Bioforce: a unique school of humanitarians to humanitarians


We train around 650 people per year in our diploma courses, both in Europe and in Africa – it’s not a million – but for the people trained, we know it makes a difference; many of them express that it changes their lives. We enable a good entering to the sector for newcomers and provide humanitarian staff with the ability to develop their skills” - Dorothée Lintner, Managing Director of Bioforce.

If you work within the humanitarian sector, chances are high that you have either attended or heard of the Hostile Environment Awareness Training (HEAT). This is only one example of a course and concept initially initiated by the humanitarian institute Bioforce, now evolved by the wider sector, preparing humanitarians for the field.

Bioforce contributes towards the professionalization of the aid sector as a specialized learning center composed mainly of humanitarians. It aims to support the evolution of the aid sector as well as encourage its actors to sustainable solutions. Bioforce’s extensive training ranges from shorter programmes to full diploma courses with a technical and operational approach to the humanitarian sector. It targets those who want to become aid workers, those who wish to increase their skills in their humanitarian profession, and local and international aid organizations through bespoke learning programmes. Students and staff are prepared for the humanitarian field through operational skills such as managing people, setting up a MEAL approach to aid projects, and managing vehicles, but also in personal behaviour, addressing ethics and self-development.

We know that ability to cooperate is not easy, and it will be even harder on the humanitarian field with challenging circumstances. We run simulations as if they were real missions to learn to cooperate and deliver aid even under pressure”, the Managing Director of Bioforce, Dorothée Lintner, explains to the H2H Network in an interview.

Although Bioforce has its origin in France since its foundation in 1983, it provides worldwide activities and has a particular focus on the Middle East and West Africa, including a training centre in Dakar, Senegal. Through increasing partnerships with universities in other countries, such as Jordan and Lebanon, the aim is to deliver complete hands-on humanitarian courses globally to nurture a pool of humanitarian workers from all countries. Dorothée explains that Bioforce also works to empower crisis-affected people by training them to work in response to the crisis they face. One such example is a pilot project in Niger where they train refugees in partnership with UNHCR .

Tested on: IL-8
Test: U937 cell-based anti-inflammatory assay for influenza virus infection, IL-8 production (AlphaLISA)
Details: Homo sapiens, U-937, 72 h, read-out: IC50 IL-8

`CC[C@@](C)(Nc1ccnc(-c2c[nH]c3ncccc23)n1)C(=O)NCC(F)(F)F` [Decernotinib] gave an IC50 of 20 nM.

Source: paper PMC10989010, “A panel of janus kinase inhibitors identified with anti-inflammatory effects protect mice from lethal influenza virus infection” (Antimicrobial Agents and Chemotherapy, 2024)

The local people are the ones who understand the crisis; we have to change the perspective of what an aid worker is,” she says.

With a full bachelor’s programme and five different diploma courses, including one in English, Bioforce aims to bridge theory and practice for its students through action-based teaching methods, carried out by humanitarians. Through operational field knowledge and a direct connection with humanitarian actors, 86 percent of Bioforce trainees are in field assignment after completion of training, Dorothée says.

Bioforce works to create a culture of specific standards applied to aid workers’ behaviour and preparedness for the field in the aid sector. Together with other humanitarian actors, including H2H members such as CHS Alliance, Humanitarian Logistics Association, RedR UK, Humanitarian Leadership Academy and Centre for Humanitarian Leadership, it provides frameworks and certificates for humanitarian skills and knowledge. One such example is HPass, a ‘One-stop shop’ for humanitarian professional development, providing digital skill badges, based on humanitarian learning quality standards.

Through its work, Bioforce is educating committed humanitarian professionals to provide adapted and high-quality aid for those affected by crises. Learn more about Bioforce’s courses, programmes and work here.